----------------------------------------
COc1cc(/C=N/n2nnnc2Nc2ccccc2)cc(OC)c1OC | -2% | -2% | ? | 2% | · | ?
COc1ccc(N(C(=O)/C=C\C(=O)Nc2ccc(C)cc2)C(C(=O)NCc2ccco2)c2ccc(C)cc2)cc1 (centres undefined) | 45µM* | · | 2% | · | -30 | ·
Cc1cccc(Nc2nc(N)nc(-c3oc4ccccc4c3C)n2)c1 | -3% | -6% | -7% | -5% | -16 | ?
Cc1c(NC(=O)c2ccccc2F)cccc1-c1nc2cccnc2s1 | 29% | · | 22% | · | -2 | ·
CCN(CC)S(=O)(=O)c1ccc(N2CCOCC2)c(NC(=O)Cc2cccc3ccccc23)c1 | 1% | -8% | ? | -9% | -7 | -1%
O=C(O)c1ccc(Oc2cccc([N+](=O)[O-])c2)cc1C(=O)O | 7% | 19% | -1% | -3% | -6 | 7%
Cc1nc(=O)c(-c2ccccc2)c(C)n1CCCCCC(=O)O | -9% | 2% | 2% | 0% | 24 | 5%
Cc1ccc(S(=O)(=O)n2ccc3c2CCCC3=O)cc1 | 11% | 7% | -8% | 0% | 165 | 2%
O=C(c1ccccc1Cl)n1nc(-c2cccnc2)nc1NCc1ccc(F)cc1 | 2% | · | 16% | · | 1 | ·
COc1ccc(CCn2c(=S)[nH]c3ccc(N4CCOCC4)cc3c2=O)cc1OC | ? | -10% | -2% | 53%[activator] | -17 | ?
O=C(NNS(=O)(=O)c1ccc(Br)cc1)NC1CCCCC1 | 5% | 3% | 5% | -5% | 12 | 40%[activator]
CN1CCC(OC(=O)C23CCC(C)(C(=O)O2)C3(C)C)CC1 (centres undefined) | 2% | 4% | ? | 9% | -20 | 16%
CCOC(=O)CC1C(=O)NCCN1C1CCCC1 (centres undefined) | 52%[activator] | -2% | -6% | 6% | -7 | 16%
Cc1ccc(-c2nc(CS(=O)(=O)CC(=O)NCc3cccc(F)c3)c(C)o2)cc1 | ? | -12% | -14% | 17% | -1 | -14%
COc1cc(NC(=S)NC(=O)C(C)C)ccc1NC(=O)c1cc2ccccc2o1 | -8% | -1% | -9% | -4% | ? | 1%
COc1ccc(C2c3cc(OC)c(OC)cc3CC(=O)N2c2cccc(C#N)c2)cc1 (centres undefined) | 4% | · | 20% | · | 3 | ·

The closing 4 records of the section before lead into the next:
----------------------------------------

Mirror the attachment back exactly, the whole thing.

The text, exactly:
COc1cc(/C=N/n2nnnc2Nc2ccccc2)cc(OC)c1OC | -2% | -2% | ? | 2% | · | ?
COc1ccc(N(C(=O)/C=C\C(=O)Nc2ccc(C)cc2)C(C(=O)NCc2ccco2)c2ccc(C)cc2)cc1 (centres undefined) | 45µM* | · | 2% | · | -30 | ·
Cc1cccc(Nc2nc(N)nc(-c3oc4ccccc4c3C)n2)c1 | -3% | -6% | -7% | -5% | -16 | ?
Cc1c(NC(=O)c2ccccc2F)cccc1-c1nc2cccnc2s1 | 29% | · | 22% | · | -2 | ·
CCN(CC)S(=O)(=O)c1ccc(N2CCOCC2)c(NC(=O)Cc2cccc3ccccc23)c1 | 1% | -8% | ? | -9% | -7 | -1%
O=C(O)c1ccc(Oc2cccc([N+](=O)[O-])c2)cc1C(=O)O | 7% | 19% | -1% | -3% | -6 | 7%
Cc1nc(=O)c(-c2ccccc2)c(C)n1CCCCCC(=O)O | -9% | 2% | 2% | 0% | 24 | 5%
Cc1ccc(S(=O)(=O)n2ccc3c2CCCC3=O)cc1 | 11% | 7% | -8% | 0% | 165 | 2%
O=C(c1ccccc1Cl)n1nc(-c2cccnc2)nc1NCc1ccc(F)cc1 | 2% | · | 16% | · | 1 | ·
COc1ccc(CCn2c(=S)[nH]c3ccc(N4CCOCC4)cc3c2=O)cc1OC | ? | -10% | -2% | 53%[activator] | -17 | ?
O=C(NNS(=O)(=O)c1ccc(Br)cc1)NC1CCCCC1 | 5% | 3% | 5% | -5% | 12 | 40%[activator]
CN1CCC(OC(=O)C23CCC(C)(C(=O)O2)C3(C)C)CC1 (centres undefined) | 2% | 4% | ? | 9% | -20 | 16%
CCOC(=O)CC1C(=O)NCCN1C1CCCC1 (centres undefined) | 52%[activator] | -2% | -6% | 6% | -7 | 16%
Cc1ccc(-c2nc(CS(=O)(=O)CC(=O)NCc3cccc(F)c3)c(C)o2)cc1 | ? | -12% | -14% | 17% | -1 | -14%
COc1cc(NC(=S)NC(=O)C(C)C)ccc1NC(=O)c1cc2ccccc2o1 | -8% | -1% | -9% | -4% | ? | 1%
COc1ccc(C2c3cc(OC)c(OC)cc3CC(=O)N2c2cccc(C#N)c2)cc1 (centres undefined) | 4% | · | 20% | · | 3 | ·

The closing 4 records of the section before lead into the next: